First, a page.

Thursday, 20 August 2009

Compassion, mercy and justice

Scottish Cabinet Secretary for Justice Kenny MacAskill MSP has announced that he has rejected Libya's application for a prisoner transfer for Abdelbaset Ali Mohmed Al-Megrahi and that he has approved the request from Mr Megrahi for release on compassionate grounds. As usual, there are people of small stature who made wild claims without examining the evidence.

Iain Gray said that Labour in government would show no compassion, no mercy, that if he were First Minister "Megrahi would not be going back to Libya". I hope he takes the time to think again and withdraws this statement, it's as unseemly as David Cameron's comments that "This man was convicted of murdering 270 people, he showed no compassion to them". David Cameron not allowing his Scottish party to respond was noted.

Richard Baker was one of those who foolishly questioned Kenny's decision to visit Megrahi in prison. He would have been better to have consulted his own party colleague, Jack Straw, whose actions meant that Kenny's duty was clear - he had to visit Megrahi. This is from Kenny's statement:
Prior to ratification of the Prisoner Transfer Agreement, it was scrutinised by the Westminster Joint Committee on Human Rights, to which Jack Straw, UK Secretary of State for Justice, gave a commitment that in cases where applications were not submitted personally by the prisoner, the prisoner must be given the opportunity to make representations. Mr Al-Megrahi had the opportunity to make representations, and he chose to do so in person. Therefore I was duty bound to receive his representations. I accordingly met him.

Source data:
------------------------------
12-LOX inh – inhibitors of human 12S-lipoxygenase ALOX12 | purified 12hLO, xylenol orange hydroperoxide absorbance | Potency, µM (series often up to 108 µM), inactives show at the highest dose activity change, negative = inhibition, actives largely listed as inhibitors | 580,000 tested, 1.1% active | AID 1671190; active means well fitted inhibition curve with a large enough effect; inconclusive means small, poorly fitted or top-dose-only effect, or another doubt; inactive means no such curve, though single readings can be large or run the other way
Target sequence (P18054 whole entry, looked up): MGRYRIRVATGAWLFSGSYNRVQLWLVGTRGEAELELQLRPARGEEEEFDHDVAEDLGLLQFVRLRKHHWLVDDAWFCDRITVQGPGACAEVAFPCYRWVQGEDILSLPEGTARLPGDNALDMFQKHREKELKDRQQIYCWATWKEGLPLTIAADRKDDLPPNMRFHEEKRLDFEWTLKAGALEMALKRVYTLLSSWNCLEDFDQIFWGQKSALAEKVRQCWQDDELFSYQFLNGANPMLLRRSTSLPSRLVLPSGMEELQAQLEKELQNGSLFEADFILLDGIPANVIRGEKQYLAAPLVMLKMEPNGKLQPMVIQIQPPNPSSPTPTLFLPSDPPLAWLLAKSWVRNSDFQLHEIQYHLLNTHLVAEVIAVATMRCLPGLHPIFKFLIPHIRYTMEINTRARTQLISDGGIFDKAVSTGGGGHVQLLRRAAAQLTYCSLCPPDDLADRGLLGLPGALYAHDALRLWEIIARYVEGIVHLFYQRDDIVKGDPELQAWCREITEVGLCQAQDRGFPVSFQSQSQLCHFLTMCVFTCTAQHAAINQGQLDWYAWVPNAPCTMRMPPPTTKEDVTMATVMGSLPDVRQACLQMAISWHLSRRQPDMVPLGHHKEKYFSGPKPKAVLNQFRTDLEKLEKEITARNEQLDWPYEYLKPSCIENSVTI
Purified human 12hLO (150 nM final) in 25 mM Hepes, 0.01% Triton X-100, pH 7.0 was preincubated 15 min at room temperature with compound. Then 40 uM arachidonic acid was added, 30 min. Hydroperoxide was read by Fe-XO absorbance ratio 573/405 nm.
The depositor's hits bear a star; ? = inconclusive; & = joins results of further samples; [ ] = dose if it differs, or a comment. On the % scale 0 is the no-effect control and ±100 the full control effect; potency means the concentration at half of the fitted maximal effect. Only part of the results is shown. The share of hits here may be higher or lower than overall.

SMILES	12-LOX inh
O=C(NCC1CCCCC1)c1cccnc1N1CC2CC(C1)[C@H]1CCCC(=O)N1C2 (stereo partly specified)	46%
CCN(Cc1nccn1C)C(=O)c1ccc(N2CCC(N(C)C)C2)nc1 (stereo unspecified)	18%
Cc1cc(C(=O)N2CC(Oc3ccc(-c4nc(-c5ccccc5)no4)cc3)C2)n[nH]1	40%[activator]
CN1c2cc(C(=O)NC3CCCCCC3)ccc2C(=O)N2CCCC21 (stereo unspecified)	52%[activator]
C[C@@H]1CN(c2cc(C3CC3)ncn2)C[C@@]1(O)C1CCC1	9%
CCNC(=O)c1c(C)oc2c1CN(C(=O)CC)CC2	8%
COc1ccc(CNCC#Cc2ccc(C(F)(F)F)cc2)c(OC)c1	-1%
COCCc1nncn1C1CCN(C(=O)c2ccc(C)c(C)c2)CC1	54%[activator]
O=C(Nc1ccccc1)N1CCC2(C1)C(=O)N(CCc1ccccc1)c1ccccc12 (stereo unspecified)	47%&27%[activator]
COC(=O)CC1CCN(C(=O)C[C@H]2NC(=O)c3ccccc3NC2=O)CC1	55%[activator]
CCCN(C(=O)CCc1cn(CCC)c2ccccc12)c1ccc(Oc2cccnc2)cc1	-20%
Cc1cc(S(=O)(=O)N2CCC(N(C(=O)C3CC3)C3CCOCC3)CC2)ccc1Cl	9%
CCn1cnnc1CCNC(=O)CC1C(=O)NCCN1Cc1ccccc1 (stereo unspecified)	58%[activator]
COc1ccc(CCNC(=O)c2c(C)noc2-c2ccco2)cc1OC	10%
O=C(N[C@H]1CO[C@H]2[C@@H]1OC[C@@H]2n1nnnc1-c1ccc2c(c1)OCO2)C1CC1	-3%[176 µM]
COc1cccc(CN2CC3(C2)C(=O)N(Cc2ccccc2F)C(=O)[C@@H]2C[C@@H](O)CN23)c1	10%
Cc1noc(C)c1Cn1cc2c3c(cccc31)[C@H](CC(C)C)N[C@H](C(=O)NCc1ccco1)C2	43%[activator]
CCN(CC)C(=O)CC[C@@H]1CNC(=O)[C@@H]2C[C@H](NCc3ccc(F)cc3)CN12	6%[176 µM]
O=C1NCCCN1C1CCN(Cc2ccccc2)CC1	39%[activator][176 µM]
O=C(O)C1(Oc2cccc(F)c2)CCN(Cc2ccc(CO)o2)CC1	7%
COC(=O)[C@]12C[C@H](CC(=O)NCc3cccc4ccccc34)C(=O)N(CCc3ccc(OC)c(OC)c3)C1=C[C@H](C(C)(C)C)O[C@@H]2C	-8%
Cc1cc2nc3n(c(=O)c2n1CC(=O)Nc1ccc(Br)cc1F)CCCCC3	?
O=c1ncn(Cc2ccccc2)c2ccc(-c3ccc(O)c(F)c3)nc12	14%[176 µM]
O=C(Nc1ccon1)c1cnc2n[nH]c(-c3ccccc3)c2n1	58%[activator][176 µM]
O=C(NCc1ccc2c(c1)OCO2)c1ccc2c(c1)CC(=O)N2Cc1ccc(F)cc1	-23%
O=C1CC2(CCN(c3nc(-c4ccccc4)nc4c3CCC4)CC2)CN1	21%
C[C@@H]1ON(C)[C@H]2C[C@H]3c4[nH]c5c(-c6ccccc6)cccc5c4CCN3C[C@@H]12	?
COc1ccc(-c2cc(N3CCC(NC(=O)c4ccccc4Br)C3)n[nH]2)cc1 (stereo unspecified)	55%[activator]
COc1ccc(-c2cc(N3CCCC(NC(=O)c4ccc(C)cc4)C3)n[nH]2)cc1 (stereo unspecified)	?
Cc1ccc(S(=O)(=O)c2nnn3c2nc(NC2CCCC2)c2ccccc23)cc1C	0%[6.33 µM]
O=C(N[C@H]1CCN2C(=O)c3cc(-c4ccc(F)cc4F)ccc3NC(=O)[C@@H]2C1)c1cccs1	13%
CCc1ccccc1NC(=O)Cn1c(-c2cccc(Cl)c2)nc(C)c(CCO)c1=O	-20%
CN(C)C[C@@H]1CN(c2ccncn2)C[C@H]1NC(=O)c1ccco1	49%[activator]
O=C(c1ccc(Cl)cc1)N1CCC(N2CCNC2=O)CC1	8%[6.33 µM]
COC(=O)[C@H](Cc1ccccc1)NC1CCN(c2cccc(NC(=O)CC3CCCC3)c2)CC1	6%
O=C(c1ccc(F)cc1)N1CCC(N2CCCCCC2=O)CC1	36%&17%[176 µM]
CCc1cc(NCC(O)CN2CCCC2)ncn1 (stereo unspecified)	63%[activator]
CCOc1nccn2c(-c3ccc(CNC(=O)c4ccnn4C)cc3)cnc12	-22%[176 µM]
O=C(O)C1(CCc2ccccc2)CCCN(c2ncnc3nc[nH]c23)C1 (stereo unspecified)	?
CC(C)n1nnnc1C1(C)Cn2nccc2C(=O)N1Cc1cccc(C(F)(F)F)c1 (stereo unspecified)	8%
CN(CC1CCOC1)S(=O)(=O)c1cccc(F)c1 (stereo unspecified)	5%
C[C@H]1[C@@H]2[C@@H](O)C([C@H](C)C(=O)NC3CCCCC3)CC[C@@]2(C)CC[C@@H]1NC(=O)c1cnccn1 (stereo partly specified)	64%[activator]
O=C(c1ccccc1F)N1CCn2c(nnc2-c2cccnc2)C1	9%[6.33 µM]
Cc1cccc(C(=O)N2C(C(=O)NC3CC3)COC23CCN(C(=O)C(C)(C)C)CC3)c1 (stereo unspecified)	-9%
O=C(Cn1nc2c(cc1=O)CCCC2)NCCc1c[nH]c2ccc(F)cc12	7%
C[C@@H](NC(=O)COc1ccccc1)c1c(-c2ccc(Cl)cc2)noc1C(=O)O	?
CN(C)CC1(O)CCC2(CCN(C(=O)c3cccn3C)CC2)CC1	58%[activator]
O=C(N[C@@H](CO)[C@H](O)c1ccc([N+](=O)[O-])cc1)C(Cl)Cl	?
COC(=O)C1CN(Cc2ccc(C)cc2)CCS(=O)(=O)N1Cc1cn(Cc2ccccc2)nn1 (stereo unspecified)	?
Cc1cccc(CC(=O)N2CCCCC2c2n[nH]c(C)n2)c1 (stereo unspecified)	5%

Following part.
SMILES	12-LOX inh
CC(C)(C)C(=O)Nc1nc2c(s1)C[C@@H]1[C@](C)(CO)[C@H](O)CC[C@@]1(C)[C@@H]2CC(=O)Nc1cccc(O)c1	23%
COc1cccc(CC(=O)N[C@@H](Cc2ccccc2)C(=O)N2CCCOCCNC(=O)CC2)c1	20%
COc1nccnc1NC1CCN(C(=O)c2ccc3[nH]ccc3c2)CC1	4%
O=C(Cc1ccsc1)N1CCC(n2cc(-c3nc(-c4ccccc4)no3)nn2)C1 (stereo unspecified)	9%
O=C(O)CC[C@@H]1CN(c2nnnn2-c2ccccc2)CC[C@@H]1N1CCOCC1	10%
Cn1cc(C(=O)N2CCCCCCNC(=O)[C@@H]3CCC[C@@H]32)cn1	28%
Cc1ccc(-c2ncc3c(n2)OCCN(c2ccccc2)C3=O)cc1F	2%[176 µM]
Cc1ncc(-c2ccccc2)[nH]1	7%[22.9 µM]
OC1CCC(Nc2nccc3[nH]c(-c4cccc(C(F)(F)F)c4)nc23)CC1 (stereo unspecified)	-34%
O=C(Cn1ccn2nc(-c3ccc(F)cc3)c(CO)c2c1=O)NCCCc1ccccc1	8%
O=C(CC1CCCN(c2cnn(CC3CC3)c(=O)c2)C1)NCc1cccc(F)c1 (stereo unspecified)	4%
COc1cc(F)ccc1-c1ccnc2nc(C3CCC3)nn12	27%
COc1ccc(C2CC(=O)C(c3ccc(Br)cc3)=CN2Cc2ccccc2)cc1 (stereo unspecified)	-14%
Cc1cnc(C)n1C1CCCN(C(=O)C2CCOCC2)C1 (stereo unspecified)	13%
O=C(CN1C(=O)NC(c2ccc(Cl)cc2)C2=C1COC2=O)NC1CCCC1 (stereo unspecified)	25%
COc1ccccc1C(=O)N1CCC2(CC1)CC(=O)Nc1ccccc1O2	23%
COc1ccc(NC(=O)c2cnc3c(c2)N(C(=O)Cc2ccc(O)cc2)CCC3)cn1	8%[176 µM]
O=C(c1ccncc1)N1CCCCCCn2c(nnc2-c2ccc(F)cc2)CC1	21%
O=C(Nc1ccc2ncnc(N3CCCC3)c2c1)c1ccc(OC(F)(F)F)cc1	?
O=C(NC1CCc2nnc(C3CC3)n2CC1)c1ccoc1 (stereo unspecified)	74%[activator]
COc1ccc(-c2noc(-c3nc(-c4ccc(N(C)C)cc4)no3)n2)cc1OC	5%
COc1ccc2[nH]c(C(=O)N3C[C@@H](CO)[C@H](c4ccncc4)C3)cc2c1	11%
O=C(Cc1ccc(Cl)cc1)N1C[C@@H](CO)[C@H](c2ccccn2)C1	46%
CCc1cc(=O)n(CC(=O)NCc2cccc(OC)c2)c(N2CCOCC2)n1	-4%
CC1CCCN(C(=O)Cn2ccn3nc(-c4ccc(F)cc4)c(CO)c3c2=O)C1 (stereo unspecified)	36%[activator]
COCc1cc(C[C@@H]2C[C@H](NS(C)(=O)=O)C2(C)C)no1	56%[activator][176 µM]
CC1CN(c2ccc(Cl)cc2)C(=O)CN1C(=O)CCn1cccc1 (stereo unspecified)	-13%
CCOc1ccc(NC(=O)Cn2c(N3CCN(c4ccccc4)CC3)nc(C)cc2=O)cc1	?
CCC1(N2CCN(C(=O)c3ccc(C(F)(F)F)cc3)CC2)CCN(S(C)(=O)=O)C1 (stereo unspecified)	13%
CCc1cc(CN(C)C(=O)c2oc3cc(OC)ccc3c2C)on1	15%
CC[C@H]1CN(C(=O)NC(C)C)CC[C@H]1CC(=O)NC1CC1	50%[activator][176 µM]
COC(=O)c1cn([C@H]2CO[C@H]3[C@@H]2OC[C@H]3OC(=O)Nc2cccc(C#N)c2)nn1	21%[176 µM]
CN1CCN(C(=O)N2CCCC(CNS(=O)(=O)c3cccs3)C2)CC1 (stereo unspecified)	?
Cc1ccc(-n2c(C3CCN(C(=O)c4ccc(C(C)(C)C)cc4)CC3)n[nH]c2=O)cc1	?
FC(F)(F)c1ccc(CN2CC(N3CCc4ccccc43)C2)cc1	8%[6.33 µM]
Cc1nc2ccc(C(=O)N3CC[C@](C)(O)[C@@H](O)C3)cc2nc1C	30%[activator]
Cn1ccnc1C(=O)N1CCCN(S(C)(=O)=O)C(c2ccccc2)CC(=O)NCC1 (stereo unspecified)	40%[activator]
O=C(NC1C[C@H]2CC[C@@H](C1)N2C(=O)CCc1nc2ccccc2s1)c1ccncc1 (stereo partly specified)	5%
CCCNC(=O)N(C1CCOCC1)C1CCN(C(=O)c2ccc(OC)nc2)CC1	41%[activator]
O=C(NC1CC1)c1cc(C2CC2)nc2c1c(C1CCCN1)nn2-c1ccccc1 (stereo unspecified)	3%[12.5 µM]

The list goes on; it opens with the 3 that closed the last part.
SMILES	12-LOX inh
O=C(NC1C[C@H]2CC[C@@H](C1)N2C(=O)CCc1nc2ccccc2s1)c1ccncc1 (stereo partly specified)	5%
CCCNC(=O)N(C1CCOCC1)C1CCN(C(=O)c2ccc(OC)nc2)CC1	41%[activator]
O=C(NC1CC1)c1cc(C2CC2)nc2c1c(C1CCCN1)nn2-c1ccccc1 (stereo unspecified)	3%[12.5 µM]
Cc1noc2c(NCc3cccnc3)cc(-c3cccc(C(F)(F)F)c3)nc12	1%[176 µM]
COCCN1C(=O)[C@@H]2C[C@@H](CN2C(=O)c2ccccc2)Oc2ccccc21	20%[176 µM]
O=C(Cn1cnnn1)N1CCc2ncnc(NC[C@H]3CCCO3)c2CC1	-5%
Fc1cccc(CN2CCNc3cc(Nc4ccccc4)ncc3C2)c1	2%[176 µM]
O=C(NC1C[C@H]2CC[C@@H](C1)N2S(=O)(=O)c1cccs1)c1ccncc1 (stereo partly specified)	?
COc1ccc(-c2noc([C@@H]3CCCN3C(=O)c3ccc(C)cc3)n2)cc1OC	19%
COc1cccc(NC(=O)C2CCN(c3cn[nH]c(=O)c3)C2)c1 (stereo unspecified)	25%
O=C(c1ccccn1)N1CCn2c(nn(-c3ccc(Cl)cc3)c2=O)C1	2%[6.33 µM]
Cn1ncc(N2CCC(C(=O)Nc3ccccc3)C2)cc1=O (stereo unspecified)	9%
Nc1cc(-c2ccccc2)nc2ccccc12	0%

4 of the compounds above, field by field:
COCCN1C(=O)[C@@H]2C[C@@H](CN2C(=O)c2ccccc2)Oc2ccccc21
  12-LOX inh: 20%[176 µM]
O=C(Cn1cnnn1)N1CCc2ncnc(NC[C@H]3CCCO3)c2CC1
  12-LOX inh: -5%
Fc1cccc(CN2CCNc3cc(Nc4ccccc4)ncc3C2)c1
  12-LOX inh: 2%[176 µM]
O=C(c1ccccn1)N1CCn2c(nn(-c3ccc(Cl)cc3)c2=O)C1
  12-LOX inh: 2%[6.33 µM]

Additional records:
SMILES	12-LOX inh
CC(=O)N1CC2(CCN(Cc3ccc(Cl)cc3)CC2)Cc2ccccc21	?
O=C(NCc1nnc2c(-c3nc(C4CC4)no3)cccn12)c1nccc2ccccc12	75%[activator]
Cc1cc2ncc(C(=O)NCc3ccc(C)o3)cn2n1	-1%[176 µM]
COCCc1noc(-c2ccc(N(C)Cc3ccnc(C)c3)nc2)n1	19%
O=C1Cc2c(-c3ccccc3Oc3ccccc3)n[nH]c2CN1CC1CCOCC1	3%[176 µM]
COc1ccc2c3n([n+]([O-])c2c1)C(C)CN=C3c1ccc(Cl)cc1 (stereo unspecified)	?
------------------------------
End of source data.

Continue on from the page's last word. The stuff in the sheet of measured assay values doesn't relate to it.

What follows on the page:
As Brian Taylor pointed out, it was a strong performance from Kenny MacAskill, and one which was directed at multiple audiences. He outlined the compassion he was showing to Megrahi:
Mr Al-Megrahi did not show his victims any comfort or compassion. They were not allowed to return to the bosom of their families to see out their lives, let alone their dying days. No compassion was shown by him to them.
But, that alone is not a reason for us to deny compassion to him and his family in his
final days.
Our justice system demands that judgment be imposed but compassion be available. Our beliefs dictate that justice be served, but mercy be shown. Compassion and mercy are about upholding the beliefs that we seek to live by, remaining true to our values as a people. No matter the severity of the provocation or the atrocity perpetrated.

He also noted the burden of grief carried by the bereaved:
Scotland will forever remember the crime that has been perpetrated against our people and those from many other lands. The pain and suffering will remain forever. Some hurt can never heal. Some scars can never fade. Those who have been bereaved cannot be expected to forget, let alone forgive. Their pain runs deep and the wounds remain.

This was no easy decision to make but the decency and humanity of Kenny MacAskill shone through today when lesser politicians were taking cheap shots in the hope of getting their names in the papers and were talking the Scottish justice system down in the process. Our Justice Secretary raised Scotland today. Judge our society by the way we treat the weakest members of it, by the way we welcome those in need, and by the way we treat those who have wronged us. Judge us by the way we act as a society and, now, know that compassion has a place at the heart of justice in Scotland, that justice here is tempered with mercy. Release on compassionate grounds is not unknown in Scottish justice - it's part of the standard practice - but when the man who has been found guilty of committing such a terrible crime in our land can find mercy at the hands of our justice system we can think the system worthy of the name.